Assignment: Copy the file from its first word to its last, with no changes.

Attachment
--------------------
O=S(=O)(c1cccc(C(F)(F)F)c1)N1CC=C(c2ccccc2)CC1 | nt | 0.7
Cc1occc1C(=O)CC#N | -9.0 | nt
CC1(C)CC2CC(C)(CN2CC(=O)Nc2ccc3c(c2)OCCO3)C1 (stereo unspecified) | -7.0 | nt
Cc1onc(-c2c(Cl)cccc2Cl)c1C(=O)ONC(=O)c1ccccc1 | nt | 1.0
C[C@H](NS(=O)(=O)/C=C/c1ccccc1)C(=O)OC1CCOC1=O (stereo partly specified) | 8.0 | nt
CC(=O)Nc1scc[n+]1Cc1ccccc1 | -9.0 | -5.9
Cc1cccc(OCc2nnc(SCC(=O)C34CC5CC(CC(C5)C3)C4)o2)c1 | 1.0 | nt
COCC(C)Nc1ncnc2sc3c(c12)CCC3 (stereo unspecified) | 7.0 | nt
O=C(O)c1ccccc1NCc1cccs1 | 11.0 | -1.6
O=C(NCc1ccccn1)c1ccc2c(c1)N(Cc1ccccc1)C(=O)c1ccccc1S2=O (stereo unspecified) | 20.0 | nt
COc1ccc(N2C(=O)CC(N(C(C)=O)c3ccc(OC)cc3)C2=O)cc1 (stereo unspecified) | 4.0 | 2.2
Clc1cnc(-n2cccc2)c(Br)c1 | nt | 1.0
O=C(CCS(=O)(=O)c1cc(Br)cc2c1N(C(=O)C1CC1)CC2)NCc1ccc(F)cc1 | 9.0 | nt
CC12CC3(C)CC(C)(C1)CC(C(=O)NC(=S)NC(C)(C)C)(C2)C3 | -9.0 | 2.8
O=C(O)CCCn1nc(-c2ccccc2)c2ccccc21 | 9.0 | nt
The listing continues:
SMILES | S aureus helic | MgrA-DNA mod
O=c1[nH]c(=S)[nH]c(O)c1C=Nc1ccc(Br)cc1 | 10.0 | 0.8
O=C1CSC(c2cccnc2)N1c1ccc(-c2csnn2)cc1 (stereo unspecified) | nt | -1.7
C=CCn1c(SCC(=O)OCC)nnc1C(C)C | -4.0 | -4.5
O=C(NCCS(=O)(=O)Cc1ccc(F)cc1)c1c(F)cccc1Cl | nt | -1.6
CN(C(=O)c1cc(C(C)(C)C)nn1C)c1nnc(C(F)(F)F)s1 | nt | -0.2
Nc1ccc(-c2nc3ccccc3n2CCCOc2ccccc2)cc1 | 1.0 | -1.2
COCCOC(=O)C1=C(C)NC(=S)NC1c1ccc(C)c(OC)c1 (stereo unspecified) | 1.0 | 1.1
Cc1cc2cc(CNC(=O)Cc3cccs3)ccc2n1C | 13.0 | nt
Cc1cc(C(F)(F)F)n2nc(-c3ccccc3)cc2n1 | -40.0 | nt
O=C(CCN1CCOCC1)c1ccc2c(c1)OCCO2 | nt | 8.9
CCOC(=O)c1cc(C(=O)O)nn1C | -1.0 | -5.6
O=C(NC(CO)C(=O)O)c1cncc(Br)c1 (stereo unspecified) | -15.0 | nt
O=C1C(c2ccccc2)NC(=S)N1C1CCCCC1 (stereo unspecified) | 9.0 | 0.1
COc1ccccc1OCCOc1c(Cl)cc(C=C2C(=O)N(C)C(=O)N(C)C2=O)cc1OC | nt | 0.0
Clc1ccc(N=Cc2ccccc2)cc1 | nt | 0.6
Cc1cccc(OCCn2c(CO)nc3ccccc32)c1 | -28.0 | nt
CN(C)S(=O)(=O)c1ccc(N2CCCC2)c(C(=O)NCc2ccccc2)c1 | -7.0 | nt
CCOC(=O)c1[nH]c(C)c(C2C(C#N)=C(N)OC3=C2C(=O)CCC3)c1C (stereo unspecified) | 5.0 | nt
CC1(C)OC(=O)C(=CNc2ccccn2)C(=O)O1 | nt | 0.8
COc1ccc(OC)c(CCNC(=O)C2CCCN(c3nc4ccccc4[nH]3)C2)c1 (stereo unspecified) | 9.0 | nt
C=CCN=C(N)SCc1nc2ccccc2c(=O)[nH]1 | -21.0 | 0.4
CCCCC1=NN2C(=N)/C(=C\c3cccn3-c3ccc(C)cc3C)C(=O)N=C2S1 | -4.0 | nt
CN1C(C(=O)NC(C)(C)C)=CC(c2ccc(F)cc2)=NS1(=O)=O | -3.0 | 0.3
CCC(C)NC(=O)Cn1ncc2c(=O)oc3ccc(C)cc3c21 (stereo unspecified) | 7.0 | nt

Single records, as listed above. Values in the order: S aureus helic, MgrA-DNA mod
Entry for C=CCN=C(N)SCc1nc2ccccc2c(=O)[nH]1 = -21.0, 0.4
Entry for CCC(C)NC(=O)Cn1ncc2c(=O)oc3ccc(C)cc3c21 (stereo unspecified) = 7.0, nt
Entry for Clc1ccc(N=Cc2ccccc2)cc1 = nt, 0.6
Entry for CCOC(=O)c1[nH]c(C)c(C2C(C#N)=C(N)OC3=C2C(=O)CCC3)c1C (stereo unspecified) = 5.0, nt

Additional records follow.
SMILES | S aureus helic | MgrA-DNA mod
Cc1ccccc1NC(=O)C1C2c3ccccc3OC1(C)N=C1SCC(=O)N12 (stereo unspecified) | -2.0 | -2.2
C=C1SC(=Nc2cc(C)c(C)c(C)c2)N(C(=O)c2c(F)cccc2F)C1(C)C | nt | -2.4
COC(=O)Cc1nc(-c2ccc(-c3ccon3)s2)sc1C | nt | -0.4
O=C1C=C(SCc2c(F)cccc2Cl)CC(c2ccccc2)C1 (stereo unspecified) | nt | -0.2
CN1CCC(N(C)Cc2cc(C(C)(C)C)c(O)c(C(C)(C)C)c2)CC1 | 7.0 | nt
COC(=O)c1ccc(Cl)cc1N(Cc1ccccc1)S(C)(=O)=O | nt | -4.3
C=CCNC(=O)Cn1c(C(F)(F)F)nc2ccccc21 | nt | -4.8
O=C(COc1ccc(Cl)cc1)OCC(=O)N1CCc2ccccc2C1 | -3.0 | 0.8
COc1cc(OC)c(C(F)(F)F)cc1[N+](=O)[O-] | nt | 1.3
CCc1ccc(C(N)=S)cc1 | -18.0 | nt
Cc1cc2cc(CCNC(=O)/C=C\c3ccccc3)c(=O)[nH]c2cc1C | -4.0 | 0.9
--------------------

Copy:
O=S(=O)(c1cccc(C(F)(F)F)c1)N1CC=C(c2ccccc2)CC1 | nt | 0.7
Cc1occc1C(=O)CC#N | -9.0 | nt
CC1(C)CC2CC(C)(CN2CC(=O)Nc2ccc3c(c2)OCCO3)C1 (stereo unspecified) | -7.0 | nt
Cc1onc(-c2c(Cl)cccc2Cl)c1C(=O)ONC(=O)c1ccccc1 | nt | 1.0
C[C@H](NS(=O)(=O)/C=C/c1ccccc1)C(=O)OC1CCOC1=O (stereo partly specified) | 8.0 | nt
CC(=O)Nc1scc[n+]1Cc1ccccc1 | -9.0 | -5.9
Cc1cccc(OCc2nnc(SCC(=O)C34CC5CC(CC(C5)C3)C4)o2)c1 | 1.0 | nt
COCC(C)Nc1ncnc2sc3c(c12)CCC3 (stereo unspecified) | 7.0 | nt
O=C(O)c1ccccc1NCc1cccs1 | 11.0 | -1.6
O=C(NCc1ccccn1)c1ccc2c(c1)N(Cc1ccccc1)C(=O)c1ccccc1S2=O (stereo unspecified) | 20.0 | nt
COc1ccc(N2C(=O)CC(N(C(C)=O)c3ccc(OC)cc3)C2=O)cc1 (stereo unspecified) | 4.0 | 2.2
Clc1cnc(-n2cccc2)c(Br)c1 | nt | 1.0
O=C(CCS(=O)(=O)c1cc(Br)cc2c1N(C(=O)C1CC1)CC2)NCc1ccc(F)cc1 | 9.0 | nt
CC12CC3(C)CC(C)(C1)CC(C(=O)NC(=S)NC(C)(C)C)(C2)C3 | -9.0 | 2.8
O=C(O)CCCn1nc(-c2ccccc2)c2ccccc21 | 9.0 | nt
The listing continues:
SMILES | S aureus helic | MgrA-DNA mod
O=c1[nH]c(=S)[nH]c(O)c1C=Nc1ccc(Br)cc1 | 10.0 | 0.8
O=C1CSC(c2cccnc2)N1c1ccc(-c2csnn2)cc1 (stereo unspecified) | nt | -1.7
C=CCn1c(SCC(=O)OCC)nnc1C(C)C | -4.0 | -4.5
O=C(NCCS(=O)(=O)Cc1ccc(F)cc1)c1c(F)cccc1Cl | nt | -1.6
CN(C(=O)c1cc(C(C)(C)C)nn1C)c1nnc(C(F)(F)F)s1 | nt | -0.2
Nc1ccc(-c2nc3ccccc3n2CCCOc2ccccc2)cc1 | 1.0 | -1.2
COCCOC(=O)C1=C(C)NC(=S)NC1c1ccc(C)c(OC)c1 (stereo unspecified) | 1.0 | 1.1
Cc1cc2cc(CNC(=O)Cc3cccs3)ccc2n1C | 13.0 | nt
Cc1cc(C(F)(F)F)n2nc(-c3ccccc3)cc2n1 | -40.0 | nt
O=C(CCN1CCOCC1)c1ccc2c(c1)OCCO2 | nt | 8.9
CCOC(=O)c1cc(C(=O)O)nn1C | -1.0 | -5.6
O=C(NC(CO)C(=O)O)c1cncc(Br)c1 (stereo unspecified) | -15.0 | nt
O=C1C(c2ccccc2)NC(=S)N1C1CCCCC1 (stereo unspecified) | 9.0 | 0.1
COc1ccccc1OCCOc1c(Cl)cc(C=C2C(=O)N(C)C(=O)N(C)C2=O)cc1OC | nt | 0.0
Clc1ccc(N=Cc2ccccc2)cc1 | nt | 0.6
Cc1cccc(OCCn2c(CO)nc3ccccc32)c1 | -28.0 | nt
CN(C)S(=O)(=O)c1ccc(N2CCCC2)c(C(=O)NCc2ccccc2)c1 | -7.0 | nt
CCOC(=O)c1[nH]c(C)c(C2C(C#N)=C(N)OC3=C2C(=O)CCC3)c1C (stereo unspecified) | 5.0 | nt
CC1(C)OC(=O)C(=CNc2ccccn2)C(=O)O1 | nt | 0.8
COc1ccc(OC)c(CCNC(=O)C2CCCN(c3nc4ccccc4[nH]3)C2)c1 (stereo unspecified) | 9.0 | nt
C=CCN=C(N)SCc1nc2ccccc2c(=O)[nH]1 | -21.0 | 0.4
CCCCC1=NN2C(=N)/C(=C\c3cccn3-c3ccc(C)cc3C)C(=O)N=C2S1 | -4.0 | nt
CN1C(C(=O)NC(C)(C)C)=CC(c2ccc(F)cc2)=NS1(=O)=O | -3.0 | 0.3
CCC(C)NC(=O)Cn1ncc2c(=O)oc3ccc(C)cc3c21 (stereo unspecified) | 7.0 | nt

Single records, as listed above. Values in the order: S aureus helic, MgrA-DNA mod
Entry for C=CCN=C(N)SCc1nc2ccccc2c(=O)[nH]1 = -21.0, 0.4
Entry for CCC(C)NC(=O)Cn1ncc2c(=O)oc3ccc(C)cc3c21 (stereo unspecified) = 7.0, nt
Entry for Clc1ccc(N=Cc2ccccc2)cc1 = nt, 0.6
Entry for CCOC(=O)c1[nH]c(C)c(C2C(C#N)=C(N)OC3=C2C(=O)CCC3)c1C (stereo unspecified) = 5.0, nt

Additional records follow.
SMILES | S aureus helic | MgrA-DNA mod
Cc1ccccc1NC(=O)C1C2c3ccccc3OC1(C)N=C1SCC(=O)N12 (stereo unspecified) | -2.0 | -2.2
C=C1SC(=Nc2cc(C)c(C)c(C)c2)N(C(=O)c2c(F)cccc2F)C1(C)C | nt | -2.4
COC(=O)Cc1nc(-c2ccc(-c3ccon3)s2)sc1C | nt | -0.4
O=C1C=C(SCc2c(F)cccc2Cl)CC(c2ccccc2)C1 (stereo unspecified) | nt | -0.2
CN1CCC(N(C)Cc2cc(C(C)(C)C)c(O)c(C(C)(C)C)c2)CC1 | 7.0 | nt
COC(=O)c1ccc(Cl)cc1N(Cc1ccccc1)S(C)(=O)=O | nt | -4.3
C=CCNC(=O)Cn1c(C(F)(F)F)nc2ccccc21 | nt | -4.8
O=C(COc1ccc(Cl)cc1)OCC(=O)N1CCc2ccccc2C1 | -3.0 | 0.8
COc1cc(OC)c(C(F)(F)F)cc1[N+](=O)[O-] | nt | 1.3
CCc1ccc(C(N)=S)cc1 | -18.0 | nt
Cc1cc2cc(CCNC(=O)/C=C\c3ccccc3)c(=O)[nH]c2cc1C | -4.0 | 0.9